4. I predict there will be at least one night when I will have made the mistake of sitting too far back in Bar None on a night when I have nowhere to be then, as I try to make my way to the door, I'll be distracted by one person and another at a half-hour and a beer a pop, then finally push open the door to be greeted by the blue light of early dawn.

5. I predict that I won't win the Hearst Fashion Photography contest I entered but the pictures I took to submit (plus the growing portfolio on Artbreak.com/old_yout) will bring more attention to my photography and I might make a little bit of money doing natural light portraits. Then one day I won't be able to put my hands to a Borzoi to match a beautiful woman's Nottingham show coat and jodhpurs and I'll just give up the whole damn thing in an artistic, yet masculine, huff.

Furthermore, I'm to tag other bloggers. In blog-life, as in my personal life, I tend to shy away from claiming friendships (since I never want to introduce someone as a friend then hear: "Well, we just know each other.")
So Daily Digress was the only other blogger I'd have tagged at this point. Naturally, I thought I'd tag Shop Tart, but decided not to play semantics.
So, conveniently, we've just hired somebody with her own fashion-related blogspot.
Therefore, I'm tagging Gabriela at Columbia Street Scene. I love 03Dec. Great hair, great outfit. She looks like someone who'd look good in a tight, Argentine tango, assuming there's a slit somewhere there. Then, a fellow contributor to that website, there's Rachael at Softspoken. There are some fantastic looks on that first page. And never before have I felt like I needed a Crosley portable turntable as much. And that's pretty much taken care of any other bloggers to whom I have even a fleeting relevance, so I'm going to pick a cute one from Daily Digress': The "Blog" of "Unnecessary" Quotation Marks. This is a delightful romp through misunderstandings of that wonderful punctuation mark: the quotation mark.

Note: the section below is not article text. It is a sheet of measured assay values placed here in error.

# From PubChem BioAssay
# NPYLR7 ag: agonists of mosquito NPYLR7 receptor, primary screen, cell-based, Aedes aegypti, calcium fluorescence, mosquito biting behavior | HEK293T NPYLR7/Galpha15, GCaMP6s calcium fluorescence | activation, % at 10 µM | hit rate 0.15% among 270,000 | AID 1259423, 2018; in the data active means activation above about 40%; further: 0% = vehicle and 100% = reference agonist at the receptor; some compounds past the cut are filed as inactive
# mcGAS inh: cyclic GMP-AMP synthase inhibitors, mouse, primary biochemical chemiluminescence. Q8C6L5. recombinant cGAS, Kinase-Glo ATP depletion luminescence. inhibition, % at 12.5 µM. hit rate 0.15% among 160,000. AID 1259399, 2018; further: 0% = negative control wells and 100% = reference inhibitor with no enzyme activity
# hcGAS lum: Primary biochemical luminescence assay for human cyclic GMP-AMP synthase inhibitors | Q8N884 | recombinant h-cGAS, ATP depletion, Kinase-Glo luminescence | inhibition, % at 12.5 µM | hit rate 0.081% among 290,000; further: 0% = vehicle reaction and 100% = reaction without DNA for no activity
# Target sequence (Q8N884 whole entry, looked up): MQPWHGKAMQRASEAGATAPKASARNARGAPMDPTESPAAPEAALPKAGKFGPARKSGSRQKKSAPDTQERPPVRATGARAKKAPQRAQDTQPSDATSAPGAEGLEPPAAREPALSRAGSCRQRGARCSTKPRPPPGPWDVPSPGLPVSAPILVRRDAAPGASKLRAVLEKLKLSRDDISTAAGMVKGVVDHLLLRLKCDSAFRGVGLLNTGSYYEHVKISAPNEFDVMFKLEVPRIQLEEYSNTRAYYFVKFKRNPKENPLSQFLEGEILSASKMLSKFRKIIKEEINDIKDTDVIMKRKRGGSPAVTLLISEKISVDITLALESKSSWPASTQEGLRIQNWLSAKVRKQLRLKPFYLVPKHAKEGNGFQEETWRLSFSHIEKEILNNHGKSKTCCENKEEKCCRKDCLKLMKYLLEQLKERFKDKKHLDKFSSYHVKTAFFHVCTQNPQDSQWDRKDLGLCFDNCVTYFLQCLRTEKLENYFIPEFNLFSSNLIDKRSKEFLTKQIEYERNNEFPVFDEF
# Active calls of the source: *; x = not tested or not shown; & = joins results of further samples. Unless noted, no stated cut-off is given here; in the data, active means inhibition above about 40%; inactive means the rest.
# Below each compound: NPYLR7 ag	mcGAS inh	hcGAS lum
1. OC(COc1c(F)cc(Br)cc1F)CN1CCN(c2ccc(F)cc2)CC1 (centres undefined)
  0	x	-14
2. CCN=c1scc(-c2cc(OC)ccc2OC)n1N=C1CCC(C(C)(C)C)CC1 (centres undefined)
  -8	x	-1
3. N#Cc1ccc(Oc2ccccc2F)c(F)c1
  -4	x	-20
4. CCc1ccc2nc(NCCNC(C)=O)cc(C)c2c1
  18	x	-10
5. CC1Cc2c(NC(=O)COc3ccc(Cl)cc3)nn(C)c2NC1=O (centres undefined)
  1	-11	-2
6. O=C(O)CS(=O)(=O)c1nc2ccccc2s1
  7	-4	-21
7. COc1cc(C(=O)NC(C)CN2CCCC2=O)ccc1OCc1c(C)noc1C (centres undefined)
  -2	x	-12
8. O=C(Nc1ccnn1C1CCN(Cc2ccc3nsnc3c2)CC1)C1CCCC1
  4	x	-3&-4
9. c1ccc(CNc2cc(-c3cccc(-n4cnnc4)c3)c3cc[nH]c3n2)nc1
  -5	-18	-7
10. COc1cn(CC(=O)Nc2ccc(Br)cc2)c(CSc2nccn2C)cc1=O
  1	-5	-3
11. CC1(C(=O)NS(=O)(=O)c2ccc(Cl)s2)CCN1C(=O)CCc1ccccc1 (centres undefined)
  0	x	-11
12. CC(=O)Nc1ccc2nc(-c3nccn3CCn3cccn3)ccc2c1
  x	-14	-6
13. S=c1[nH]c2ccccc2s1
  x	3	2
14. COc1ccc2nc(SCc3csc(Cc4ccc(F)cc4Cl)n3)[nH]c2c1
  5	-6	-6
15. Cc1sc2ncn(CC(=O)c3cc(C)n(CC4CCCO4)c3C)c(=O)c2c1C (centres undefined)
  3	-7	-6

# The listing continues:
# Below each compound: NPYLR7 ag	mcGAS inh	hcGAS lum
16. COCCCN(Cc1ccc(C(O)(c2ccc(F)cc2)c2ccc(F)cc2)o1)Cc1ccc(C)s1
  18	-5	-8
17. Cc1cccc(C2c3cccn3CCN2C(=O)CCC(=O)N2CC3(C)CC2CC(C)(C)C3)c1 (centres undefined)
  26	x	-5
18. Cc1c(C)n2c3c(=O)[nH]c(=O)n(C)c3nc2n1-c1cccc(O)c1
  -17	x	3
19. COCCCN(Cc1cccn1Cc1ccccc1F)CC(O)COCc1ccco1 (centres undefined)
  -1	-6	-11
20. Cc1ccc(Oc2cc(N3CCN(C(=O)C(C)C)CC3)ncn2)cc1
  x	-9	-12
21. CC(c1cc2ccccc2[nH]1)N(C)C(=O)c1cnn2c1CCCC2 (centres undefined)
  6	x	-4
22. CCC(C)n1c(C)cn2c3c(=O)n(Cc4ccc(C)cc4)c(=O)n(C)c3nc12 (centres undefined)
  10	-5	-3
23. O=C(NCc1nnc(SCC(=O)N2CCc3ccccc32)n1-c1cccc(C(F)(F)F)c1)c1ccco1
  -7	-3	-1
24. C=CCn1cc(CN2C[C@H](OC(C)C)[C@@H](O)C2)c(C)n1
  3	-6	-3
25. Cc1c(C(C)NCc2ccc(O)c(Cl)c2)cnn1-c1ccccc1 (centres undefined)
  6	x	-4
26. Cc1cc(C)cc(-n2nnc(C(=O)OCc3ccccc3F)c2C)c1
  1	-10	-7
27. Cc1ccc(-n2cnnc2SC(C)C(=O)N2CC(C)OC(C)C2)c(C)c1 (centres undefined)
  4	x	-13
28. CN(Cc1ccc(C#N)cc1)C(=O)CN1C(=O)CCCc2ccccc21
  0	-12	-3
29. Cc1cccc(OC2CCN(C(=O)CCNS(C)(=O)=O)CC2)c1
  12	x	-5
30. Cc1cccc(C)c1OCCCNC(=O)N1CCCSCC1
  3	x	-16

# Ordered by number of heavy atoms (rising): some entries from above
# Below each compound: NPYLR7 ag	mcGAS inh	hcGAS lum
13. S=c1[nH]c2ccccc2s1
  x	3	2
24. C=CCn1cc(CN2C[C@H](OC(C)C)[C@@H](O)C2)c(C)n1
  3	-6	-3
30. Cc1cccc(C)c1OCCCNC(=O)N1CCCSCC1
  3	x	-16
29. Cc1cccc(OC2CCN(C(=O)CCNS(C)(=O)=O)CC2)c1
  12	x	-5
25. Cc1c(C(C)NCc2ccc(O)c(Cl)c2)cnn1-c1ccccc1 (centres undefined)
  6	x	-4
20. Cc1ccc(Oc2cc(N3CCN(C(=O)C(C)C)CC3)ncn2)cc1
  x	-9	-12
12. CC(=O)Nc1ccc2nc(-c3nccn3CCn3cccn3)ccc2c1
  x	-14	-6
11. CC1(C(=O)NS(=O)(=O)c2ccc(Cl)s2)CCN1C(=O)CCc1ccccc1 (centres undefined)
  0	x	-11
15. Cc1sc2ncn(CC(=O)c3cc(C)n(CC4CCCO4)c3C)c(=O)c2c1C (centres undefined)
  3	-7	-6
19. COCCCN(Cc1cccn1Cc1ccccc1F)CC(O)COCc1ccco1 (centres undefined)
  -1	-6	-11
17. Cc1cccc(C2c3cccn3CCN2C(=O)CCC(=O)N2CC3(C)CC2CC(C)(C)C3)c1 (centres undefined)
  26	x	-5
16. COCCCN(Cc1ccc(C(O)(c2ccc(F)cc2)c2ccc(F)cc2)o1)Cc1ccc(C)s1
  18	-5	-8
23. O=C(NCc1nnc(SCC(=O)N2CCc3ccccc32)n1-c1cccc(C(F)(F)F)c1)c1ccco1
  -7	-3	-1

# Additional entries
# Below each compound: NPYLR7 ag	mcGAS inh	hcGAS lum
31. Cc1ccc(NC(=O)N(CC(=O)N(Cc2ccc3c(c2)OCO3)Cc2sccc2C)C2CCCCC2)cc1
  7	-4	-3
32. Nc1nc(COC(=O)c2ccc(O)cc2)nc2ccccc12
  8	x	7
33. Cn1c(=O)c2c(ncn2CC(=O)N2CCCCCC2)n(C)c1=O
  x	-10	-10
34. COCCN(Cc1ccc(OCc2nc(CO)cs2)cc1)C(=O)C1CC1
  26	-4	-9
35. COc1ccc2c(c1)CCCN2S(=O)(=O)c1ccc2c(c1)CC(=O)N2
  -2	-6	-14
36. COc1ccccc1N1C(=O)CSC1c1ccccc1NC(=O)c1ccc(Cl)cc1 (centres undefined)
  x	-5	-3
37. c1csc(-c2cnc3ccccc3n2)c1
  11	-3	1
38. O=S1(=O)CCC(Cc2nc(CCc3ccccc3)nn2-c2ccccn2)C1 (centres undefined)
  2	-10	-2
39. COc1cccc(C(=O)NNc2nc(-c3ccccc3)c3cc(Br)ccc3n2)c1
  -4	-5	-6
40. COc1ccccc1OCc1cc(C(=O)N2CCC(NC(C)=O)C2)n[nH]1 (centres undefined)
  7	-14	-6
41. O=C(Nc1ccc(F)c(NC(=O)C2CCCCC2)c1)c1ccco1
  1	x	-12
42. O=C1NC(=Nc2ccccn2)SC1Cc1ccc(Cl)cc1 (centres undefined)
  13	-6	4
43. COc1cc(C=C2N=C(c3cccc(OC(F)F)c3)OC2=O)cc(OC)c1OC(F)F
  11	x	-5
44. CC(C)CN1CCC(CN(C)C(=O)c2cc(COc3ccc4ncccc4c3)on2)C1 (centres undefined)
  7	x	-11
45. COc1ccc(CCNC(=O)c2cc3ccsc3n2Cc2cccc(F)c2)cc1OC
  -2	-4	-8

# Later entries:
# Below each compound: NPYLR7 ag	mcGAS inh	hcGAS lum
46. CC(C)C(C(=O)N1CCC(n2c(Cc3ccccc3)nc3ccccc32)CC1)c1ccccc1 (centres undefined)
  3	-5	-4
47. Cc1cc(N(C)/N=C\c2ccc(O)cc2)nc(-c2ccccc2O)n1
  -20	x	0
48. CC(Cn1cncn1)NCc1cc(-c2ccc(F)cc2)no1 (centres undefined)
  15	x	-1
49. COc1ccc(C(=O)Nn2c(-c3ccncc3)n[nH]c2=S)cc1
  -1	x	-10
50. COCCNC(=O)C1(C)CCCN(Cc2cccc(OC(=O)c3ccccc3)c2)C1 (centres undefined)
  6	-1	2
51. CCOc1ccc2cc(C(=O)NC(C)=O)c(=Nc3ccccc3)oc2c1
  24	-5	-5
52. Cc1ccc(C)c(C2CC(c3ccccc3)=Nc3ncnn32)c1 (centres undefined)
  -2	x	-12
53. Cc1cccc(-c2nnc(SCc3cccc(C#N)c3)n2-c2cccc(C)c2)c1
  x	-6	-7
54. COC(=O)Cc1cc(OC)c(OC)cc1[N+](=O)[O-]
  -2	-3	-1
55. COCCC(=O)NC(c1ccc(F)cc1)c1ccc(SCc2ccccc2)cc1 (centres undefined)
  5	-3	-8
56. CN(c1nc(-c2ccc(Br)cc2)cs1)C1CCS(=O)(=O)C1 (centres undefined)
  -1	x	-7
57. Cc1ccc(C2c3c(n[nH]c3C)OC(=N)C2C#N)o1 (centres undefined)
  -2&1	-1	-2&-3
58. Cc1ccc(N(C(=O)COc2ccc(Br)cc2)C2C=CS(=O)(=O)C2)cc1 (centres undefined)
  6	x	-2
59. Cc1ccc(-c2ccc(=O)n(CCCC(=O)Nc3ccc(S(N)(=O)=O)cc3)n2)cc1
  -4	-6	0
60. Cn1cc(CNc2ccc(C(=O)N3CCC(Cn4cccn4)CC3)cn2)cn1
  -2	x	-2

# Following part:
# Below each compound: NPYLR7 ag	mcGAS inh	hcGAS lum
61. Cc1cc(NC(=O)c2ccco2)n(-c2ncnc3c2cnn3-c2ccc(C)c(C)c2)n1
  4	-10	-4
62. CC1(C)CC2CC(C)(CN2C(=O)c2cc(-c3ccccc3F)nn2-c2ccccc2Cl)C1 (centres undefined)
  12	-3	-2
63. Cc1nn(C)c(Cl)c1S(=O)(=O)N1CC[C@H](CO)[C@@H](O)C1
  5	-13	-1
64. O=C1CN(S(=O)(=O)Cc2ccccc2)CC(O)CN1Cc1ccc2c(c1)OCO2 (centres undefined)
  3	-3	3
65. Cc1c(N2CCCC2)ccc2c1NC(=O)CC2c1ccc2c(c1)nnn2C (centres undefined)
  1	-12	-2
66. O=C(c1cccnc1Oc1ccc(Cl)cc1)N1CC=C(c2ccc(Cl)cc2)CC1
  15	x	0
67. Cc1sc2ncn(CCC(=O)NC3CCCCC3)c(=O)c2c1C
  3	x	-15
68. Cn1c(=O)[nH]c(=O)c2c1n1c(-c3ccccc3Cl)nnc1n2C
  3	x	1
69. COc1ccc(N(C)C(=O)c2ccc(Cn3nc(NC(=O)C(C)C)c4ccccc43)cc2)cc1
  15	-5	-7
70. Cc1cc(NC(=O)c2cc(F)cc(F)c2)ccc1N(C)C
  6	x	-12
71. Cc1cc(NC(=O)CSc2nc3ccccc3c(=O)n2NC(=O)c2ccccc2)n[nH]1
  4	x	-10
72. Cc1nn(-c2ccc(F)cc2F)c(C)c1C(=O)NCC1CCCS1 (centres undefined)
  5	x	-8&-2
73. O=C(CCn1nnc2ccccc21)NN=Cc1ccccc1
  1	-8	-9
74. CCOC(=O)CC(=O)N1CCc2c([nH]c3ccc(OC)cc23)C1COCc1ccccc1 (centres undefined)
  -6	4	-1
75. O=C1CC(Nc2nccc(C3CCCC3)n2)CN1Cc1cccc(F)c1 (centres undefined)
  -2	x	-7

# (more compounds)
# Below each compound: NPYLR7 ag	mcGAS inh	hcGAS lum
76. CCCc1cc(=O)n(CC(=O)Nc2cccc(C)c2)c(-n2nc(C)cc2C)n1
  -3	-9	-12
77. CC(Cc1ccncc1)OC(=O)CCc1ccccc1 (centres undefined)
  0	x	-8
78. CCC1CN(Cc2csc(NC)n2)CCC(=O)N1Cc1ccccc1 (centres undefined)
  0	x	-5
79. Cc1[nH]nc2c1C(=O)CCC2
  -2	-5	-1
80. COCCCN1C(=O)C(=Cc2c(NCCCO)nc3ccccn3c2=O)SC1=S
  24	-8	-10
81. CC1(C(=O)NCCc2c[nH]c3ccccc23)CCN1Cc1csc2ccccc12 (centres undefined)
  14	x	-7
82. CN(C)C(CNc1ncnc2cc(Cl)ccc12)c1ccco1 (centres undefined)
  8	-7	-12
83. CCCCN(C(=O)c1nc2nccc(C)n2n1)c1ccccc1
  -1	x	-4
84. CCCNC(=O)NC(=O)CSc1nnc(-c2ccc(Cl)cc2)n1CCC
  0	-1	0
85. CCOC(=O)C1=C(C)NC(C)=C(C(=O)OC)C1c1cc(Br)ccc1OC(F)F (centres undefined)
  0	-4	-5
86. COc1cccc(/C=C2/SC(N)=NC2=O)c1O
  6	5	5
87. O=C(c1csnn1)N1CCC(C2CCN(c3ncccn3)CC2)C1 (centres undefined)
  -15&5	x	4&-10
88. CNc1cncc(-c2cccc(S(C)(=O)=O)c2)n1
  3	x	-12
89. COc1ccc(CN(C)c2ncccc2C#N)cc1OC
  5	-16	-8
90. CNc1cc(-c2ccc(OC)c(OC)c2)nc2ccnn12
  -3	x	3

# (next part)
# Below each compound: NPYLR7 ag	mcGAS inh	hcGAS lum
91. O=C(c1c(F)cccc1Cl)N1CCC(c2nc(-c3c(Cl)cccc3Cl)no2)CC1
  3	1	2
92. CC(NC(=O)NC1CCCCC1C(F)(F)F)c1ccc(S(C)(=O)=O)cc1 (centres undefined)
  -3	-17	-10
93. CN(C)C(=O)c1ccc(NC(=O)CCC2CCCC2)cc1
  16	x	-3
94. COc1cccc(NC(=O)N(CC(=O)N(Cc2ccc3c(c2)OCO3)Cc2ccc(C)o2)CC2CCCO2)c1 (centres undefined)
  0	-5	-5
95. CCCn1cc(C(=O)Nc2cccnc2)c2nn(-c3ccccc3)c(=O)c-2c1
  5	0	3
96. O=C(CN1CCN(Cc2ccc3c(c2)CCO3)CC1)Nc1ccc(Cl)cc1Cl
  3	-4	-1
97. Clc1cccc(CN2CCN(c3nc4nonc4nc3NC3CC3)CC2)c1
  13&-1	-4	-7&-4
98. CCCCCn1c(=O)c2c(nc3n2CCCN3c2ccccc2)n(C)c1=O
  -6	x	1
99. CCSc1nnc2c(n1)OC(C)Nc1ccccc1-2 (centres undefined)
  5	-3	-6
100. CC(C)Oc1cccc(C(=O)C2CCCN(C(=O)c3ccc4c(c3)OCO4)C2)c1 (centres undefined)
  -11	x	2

I would like to have tagged Fuck You, Penguin. But I changed my mind. That one's a little weird. I love it, but it's weird.

Okay. That's my tag response. You three mentioned above? You're it.
Me? I'm going to bed. It's almost 1:00, for crying out loud.

And this song happened to be playing on Pandora as I was finishing up, so I thought I'd embed it. I rather like this version.


02 January 2009

02Jan- Myspace is Dead, I hear.
.
And so the restaurant is joining the Facebook thing. After all, I do have my fingers on the pulse of the generation. I with it. I'm hip. I'm a frequent user of modern colloquialisms, when it suits my purpose.

anyway, I suppose the Myspace page will remain vestigially active, like a yearbook on a coffee table, even though I haven't updated it in some time.

And the Facebook will receive updates, not unlike the twitter feed, but with the potential for pictures and such.
I don't know; this will just be another thread that makes up the textured and complex fabric that is Baan Sawan.

Facebook Baan Sawan Maybe this link will work, I don't know. If you're on Facebook, then you probably know how to find it if it doesn't work.

01 January 2009

01Jan- ooh. Pizzagna. Now, there's an idea
.
Stumbled across this. More than a pizza. More than a lasagna. I think I want to eat that

Pizzagna recipe